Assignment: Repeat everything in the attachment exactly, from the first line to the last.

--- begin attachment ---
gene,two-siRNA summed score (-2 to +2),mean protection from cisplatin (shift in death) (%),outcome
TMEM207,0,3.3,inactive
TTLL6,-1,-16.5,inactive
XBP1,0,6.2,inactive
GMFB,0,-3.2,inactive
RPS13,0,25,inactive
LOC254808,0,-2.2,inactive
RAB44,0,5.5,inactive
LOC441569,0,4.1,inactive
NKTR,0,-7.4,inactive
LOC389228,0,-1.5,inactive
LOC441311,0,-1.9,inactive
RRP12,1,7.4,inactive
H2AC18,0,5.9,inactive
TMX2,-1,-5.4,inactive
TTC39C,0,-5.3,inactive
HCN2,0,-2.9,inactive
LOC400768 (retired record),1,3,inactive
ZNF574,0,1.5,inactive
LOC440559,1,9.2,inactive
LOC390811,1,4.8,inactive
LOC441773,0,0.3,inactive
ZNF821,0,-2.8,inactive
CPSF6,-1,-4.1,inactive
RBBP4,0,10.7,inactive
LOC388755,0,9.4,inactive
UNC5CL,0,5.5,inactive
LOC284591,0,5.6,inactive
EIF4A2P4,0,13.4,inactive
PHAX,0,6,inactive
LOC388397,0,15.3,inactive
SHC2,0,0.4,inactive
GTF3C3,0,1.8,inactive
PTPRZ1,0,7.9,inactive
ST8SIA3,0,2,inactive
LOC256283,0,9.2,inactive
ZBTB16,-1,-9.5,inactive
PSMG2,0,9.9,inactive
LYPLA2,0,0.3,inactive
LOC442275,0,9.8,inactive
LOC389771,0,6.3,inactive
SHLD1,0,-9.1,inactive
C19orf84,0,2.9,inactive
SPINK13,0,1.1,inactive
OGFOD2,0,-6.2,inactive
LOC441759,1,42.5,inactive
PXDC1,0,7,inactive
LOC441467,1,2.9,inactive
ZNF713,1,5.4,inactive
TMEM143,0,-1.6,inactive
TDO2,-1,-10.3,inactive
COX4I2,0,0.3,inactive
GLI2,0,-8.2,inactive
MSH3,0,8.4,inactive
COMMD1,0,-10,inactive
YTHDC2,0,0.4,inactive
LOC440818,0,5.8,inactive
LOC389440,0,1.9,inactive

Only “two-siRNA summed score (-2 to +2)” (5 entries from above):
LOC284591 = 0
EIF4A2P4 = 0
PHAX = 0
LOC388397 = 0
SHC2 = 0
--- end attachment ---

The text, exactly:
gene,two-siRNA summed score (-2 to +2),mean protection from cisplatin (shift in death) (%),outcome
TMEM207,0,3.3,inactive
TTLL6,-1,-16.5,inactive
XBP1,0,6.2,inactive
GMFB,0,-3.2,inactive
RPS13,0,25,inactive
LOC254808,0,-2.2,inactive
RAB44,0,5.5,inactive
LOC441569,0,4.1,inactive
NKTR,0,-7.4,inactive
LOC389228,0,-1.5,inactive
LOC441311,0,-1.9,inactive
RRP12,1,7.4,inactive
H2AC18,0,5.9,inactive
TMX2,-1,-5.4,inactive
TTC39C,0,-5.3,inactive
HCN2,0,-2.9,inactive
LOC400768 (retired record),1,3,inactive
ZNF574,0,1.5,inactive
LOC440559,1,9.2,inactive
LOC390811,1,4.8,inactive
LOC441773,0,0.3,inactive
ZNF821,0,-2.8,inactive
CPSF6,-1,-4.1,inactive
RBBP4,0,10.7,inactive
LOC388755,0,9.4,inactive
UNC5CL,0,5.5,inactive
LOC284591,0,5.6,inactive
EIF4A2P4,0,13.4,inactive
PHAX,0,6,inactive
LOC388397,0,15.3,inactive
SHC2,0,0.4,inactive
GTF3C3,0,1.8,inactive
PTPRZ1,0,7.9,inactive
ST8SIA3,0,2,inactive
LOC256283,0,9.2,inactive
ZBTB16,-1,-9.5,inactive
PSMG2,0,9.9,inactive
LYPLA2,0,0.3,inactive
LOC442275,0,9.8,inactive
LOC389771,0,6.3,inactive
SHLD1,0,-9.1,inactive
C19orf84,0,2.9,inactive
SPINK13,0,1.1,inactive
OGFOD2,0,-6.2,inactive
LOC441759,1,42.5,inactive
PXDC1,0,7,inactive
LOC441467,1,2.9,inactive
ZNF713,1,5.4,inactive
TMEM143,0,-1.6,inactive
TDO2,-1,-10.3,inactive
COX4I2,0,0.3,inactive
GLI2,0,-8.2,inactive
MSH3,0,8.4,inactive
COMMD1,0,-10,inactive
YTHDC2,0,0.4,inactive
LOC440818,0,5.8,inactive
LOC389440,0,1.9,inactive

Only “two-siRNA summed score (-2 to +2)” (5 entries from above):
LOC284591 = 0
EIF4A2P4 = 0
PHAX = 0
LOC388397 = 0
SHC2 = 0